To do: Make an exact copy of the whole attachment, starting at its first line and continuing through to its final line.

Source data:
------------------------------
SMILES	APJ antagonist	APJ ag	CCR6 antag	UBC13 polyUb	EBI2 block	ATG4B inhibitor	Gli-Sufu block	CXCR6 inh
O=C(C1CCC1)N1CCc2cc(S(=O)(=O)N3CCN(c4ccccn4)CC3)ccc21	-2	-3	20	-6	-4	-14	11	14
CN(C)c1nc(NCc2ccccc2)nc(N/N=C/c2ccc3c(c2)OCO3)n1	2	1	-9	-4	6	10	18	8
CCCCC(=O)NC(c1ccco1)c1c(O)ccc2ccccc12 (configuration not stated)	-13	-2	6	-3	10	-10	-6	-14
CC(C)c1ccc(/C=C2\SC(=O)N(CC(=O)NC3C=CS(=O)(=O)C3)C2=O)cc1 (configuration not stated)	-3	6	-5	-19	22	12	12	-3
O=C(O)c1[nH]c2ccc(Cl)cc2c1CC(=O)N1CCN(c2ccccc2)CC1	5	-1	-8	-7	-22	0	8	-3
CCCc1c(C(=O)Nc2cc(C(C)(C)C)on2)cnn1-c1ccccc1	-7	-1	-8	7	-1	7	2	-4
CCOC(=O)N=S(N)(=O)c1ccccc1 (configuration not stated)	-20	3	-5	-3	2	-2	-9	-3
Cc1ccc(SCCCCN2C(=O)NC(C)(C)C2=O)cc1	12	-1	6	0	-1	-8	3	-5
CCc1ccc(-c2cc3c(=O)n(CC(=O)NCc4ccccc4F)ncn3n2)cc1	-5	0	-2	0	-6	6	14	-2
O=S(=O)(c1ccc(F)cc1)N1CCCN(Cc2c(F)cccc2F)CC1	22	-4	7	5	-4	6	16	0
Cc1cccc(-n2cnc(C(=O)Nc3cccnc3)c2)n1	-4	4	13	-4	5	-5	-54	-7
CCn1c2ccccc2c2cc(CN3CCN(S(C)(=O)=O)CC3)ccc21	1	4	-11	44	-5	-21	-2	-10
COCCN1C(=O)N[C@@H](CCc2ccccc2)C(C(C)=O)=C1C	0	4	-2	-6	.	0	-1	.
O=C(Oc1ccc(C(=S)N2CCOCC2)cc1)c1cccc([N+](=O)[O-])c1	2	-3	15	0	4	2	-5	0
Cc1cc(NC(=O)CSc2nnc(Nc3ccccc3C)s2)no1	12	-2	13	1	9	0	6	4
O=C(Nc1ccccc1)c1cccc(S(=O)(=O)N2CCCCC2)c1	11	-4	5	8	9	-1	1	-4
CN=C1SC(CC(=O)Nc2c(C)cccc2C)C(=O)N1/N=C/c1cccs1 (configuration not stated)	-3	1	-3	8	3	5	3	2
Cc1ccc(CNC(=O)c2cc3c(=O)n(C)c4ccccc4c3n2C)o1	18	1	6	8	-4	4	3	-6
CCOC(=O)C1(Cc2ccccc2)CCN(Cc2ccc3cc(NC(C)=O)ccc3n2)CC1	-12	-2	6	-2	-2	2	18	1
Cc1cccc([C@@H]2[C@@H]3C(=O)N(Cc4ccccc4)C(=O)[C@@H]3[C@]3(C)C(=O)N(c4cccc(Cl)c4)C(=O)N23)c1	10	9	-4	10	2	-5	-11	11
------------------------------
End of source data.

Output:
SMILES	APJ antagonist	APJ ag	CCR6 antag	UBC13 polyUb	EBI2 block	ATG4B inhibitor	Gli-Sufu block	CXCR6 inh
O=C(C1CCC1)N1CCc2cc(S(=O)(=O)N3CCN(c4ccccn4)CC3)ccc21	-2	-3	20	-6	-4	-14	11	14
CN(C)c1nc(NCc2ccccc2)nc(N/N=C/c2ccc3c(c2)OCO3)n1	2	1	-9	-4	6	10	18	8
CCCCC(=O)NC(c1ccco1)c1c(O)ccc2ccccc12 (configuration not stated)	-13	-2	6	-3	10	-10	-6	-14
CC(C)c1ccc(/C=C2\SC(=O)N(CC(=O)NC3C=CS(=O)(=O)C3)C2=O)cc1 (configuration not stated)	-3	6	-5	-19	22	12	12	-3
O=C(O)c1[nH]c2ccc(Cl)cc2c1CC(=O)N1CCN(c2ccccc2)CC1	5	-1	-8	-7	-22	0	8	-3
CCCc1c(C(=O)Nc2cc(C(C)(C)C)on2)cnn1-c1ccccc1	-7	-1	-8	7	-1	7	2	-4
CCOC(=O)N=S(N)(=O)c1ccccc1 (configuration not stated)	-20	3	-5	-3	2	-2	-9	-3
Cc1ccc(SCCCCN2C(=O)NC(C)(C)C2=O)cc1	12	-1	6	0	-1	-8	3	-5
CCc1ccc(-c2cc3c(=O)n(CC(=O)NCc4ccccc4F)ncn3n2)cc1	-5	0	-2	0	-6	6	14	-2
O=S(=O)(c1ccc(F)cc1)N1CCCN(Cc2c(F)cccc2F)CC1	22	-4	7	5	-4	6	16	0
Cc1cccc(-n2cnc(C(=O)Nc3cccnc3)c2)n1	-4	4	13	-4	5	-5	-54	-7
CCn1c2ccccc2c2cc(CN3CCN(S(C)(=O)=O)CC3)ccc21	1	4	-11	44	-5	-21	-2	-10
COCCN1C(=O)N[C@@H](CCc2ccccc2)C(C(C)=O)=C1C	0	4	-2	-6	.	0	-1	.
O=C(Oc1ccc(C(=S)N2CCOCC2)cc1)c1cccc([N+](=O)[O-])c1	2	-3	15	0	4	2	-5	0
Cc1cc(NC(=O)CSc2nnc(Nc3ccccc3C)s2)no1	12	-2	13	1	9	0	6	4
O=C(Nc1ccccc1)c1cccc(S(=O)(=O)N2CCCCC2)c1	11	-4	5	8	9	-1	1	-4
CN=C1SC(CC(=O)Nc2c(C)cccc2C)C(=O)N1/N=C/c1cccs1 (configuration not stated)	-3	1	-3	8	3	5	3	2
Cc1ccc(CNC(=O)c2cc3c(=O)n(C)c4ccccc4c3n2C)o1	18	1	6	8	-4	4	3	-6
CCOC(=O)C1(Cc2ccccc2)CCN(Cc2ccc3cc(NC(C)=O)ccc3n2)CC1	-12	-2	6	-2	-2	2	18	1
Cc1cccc([C@@H]2[C@@H]3C(=O)N(Cc4ccccc4)C(=O)[C@@H]3[C@]3(C)C(=O)N(c4cccc(Cl)c4)C(=O)N23)c1	10	9	-4	10	2	-5	-11	11